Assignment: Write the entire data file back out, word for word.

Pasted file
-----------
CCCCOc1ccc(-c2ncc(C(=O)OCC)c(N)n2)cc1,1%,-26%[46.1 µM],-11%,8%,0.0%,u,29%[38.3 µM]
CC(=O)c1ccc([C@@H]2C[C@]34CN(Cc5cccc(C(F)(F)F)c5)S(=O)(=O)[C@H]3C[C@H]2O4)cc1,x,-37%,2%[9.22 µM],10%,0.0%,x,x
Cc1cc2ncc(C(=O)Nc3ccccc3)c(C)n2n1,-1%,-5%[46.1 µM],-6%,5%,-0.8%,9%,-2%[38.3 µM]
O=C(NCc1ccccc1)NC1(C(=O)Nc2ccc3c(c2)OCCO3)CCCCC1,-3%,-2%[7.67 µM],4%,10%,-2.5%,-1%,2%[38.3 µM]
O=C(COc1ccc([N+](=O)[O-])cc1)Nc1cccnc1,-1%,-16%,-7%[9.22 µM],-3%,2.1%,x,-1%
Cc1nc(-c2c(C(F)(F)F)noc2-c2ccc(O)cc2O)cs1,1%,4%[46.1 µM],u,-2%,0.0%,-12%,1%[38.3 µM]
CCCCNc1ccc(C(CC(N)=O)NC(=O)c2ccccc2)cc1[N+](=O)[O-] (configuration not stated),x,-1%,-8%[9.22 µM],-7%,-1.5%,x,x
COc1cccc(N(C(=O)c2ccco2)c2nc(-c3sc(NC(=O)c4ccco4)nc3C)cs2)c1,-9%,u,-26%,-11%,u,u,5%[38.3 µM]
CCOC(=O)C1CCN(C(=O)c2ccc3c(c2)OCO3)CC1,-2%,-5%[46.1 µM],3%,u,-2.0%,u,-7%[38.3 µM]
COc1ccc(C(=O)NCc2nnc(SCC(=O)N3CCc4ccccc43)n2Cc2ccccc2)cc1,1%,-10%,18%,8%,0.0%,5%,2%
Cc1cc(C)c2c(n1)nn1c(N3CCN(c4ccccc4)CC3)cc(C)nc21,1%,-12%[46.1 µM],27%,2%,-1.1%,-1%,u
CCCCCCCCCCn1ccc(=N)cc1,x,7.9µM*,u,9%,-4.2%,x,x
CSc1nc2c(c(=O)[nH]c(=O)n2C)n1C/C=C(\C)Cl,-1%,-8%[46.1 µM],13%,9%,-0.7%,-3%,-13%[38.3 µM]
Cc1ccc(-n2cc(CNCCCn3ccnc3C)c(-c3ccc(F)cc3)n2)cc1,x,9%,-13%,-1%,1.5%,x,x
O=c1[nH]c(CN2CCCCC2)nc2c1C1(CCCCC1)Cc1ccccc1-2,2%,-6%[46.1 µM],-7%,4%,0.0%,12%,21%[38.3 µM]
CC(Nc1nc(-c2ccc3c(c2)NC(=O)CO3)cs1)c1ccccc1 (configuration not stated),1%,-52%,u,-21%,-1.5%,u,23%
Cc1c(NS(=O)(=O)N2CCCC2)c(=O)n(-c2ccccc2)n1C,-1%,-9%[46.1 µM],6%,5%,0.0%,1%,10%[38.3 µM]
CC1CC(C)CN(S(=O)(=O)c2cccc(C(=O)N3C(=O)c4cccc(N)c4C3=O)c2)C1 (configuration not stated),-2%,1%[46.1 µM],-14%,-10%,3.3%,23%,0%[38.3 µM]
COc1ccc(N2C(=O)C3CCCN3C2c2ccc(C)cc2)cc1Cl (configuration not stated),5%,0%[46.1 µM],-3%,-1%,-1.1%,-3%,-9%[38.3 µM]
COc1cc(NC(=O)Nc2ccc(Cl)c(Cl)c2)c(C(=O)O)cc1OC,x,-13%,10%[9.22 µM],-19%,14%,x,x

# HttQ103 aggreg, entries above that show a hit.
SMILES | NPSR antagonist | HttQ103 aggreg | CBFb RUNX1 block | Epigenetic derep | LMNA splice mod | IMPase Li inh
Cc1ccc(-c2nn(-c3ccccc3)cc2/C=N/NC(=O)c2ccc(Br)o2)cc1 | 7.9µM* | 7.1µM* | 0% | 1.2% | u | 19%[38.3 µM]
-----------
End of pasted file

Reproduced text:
CCCCOc1ccc(-c2ncc(C(=O)OCC)c(N)n2)cc1,1%,-26%[46.1 µM],-11%,8%,0.0%,u,29%[38.3 µM]
CC(=O)c1ccc([C@@H]2C[C@]34CN(Cc5cccc(C(F)(F)F)c5)S(=O)(=O)[C@H]3C[C@H]2O4)cc1,x,-37%,2%[9.22 µM],10%,0.0%,x,x
Cc1cc2ncc(C(=O)Nc3ccccc3)c(C)n2n1,-1%,-5%[46.1 µM],-6%,5%,-0.8%,9%,-2%[38.3 µM]
O=C(NCc1ccccc1)NC1(C(=O)Nc2ccc3c(c2)OCCO3)CCCCC1,-3%,-2%[7.67 µM],4%,10%,-2.5%,-1%,2%[38.3 µM]
O=C(COc1ccc([N+](=O)[O-])cc1)Nc1cccnc1,-1%,-16%,-7%[9.22 µM],-3%,2.1%,x,-1%
Cc1nc(-c2c(C(F)(F)F)noc2-c2ccc(O)cc2O)cs1,1%,4%[46.1 µM],u,-2%,0.0%,-12%,1%[38.3 µM]
CCCCNc1ccc(C(CC(N)=O)NC(=O)c2ccccc2)cc1[N+](=O)[O-] (configuration not stated),x,-1%,-8%[9.22 µM],-7%,-1.5%,x,x
COc1cccc(N(C(=O)c2ccco2)c2nc(-c3sc(NC(=O)c4ccco4)nc3C)cs2)c1,-9%,u,-26%,-11%,u,u,5%[38.3 µM]
CCOC(=O)C1CCN(C(=O)c2ccc3c(c2)OCO3)CC1,-2%,-5%[46.1 µM],3%,u,-2.0%,u,-7%[38.3 µM]
COc1ccc(C(=O)NCc2nnc(SCC(=O)N3CCc4ccccc43)n2Cc2ccccc2)cc1,1%,-10%,18%,8%,0.0%,5%,2%
Cc1cc(C)c2c(n1)nn1c(N3CCN(c4ccccc4)CC3)cc(C)nc21,1%,-12%[46.1 µM],27%,2%,-1.1%,-1%,u
CCCCCCCCCCn1ccc(=N)cc1,x,7.9µM*,u,9%,-4.2%,x,x
CSc1nc2c(c(=O)[nH]c(=O)n2C)n1C/C=C(\C)Cl,-1%,-8%[46.1 µM],13%,9%,-0.7%,-3%,-13%[38.3 µM]
Cc1ccc(-n2cc(CNCCCn3ccnc3C)c(-c3ccc(F)cc3)n2)cc1,x,9%,-13%,-1%,1.5%,x,x
O=c1[nH]c(CN2CCCCC2)nc2c1C1(CCCCC1)Cc1ccccc1-2,2%,-6%[46.1 µM],-7%,4%,0.0%,12%,21%[38.3 µM]
CC(Nc1nc(-c2ccc3c(c2)NC(=O)CO3)cs1)c1ccccc1 (configuration not stated),1%,-52%,u,-21%,-1.5%,u,23%
Cc1c(NS(=O)(=O)N2CCCC2)c(=O)n(-c2ccccc2)n1C,-1%,-9%[46.1 µM],6%,5%,0.0%,1%,10%[38.3 µM]
CC1CC(C)CN(S(=O)(=O)c2cccc(C(=O)N3C(=O)c4cccc(N)c4C3=O)c2)C1 (configuration not stated),-2%,1%[46.1 µM],-14%,-10%,3.3%,23%,0%[38.3 µM]
COc1ccc(N2C(=O)C3CCCN3C2c2ccc(C)cc2)cc1Cl (configuration not stated),5%,0%[46.1 µM],-3%,-1%,-1.1%,-3%,-9%[38.3 µM]
COc1cc(NC(=O)Nc2ccc(Cl)c(Cl)c2)c(C(=O)O)cc1OC,x,-13%,10%[9.22 µM],-19%,14%,x,x

# HttQ103 aggreg, entries above that show a hit.
SMILES | NPSR antagonist | HttQ103 aggreg | CBFb RUNX1 block | Epigenetic derep | LMNA splice mod | IMPase Li inh
Cc1ccc(-c2nn(-c3ccccc3)cc2/C=N/NC(=O)c2ccc(Br)o2)cc1 | 7.9µM* | 7.1µM* | 0% | 1.2% | u | 19%[38.3 µM]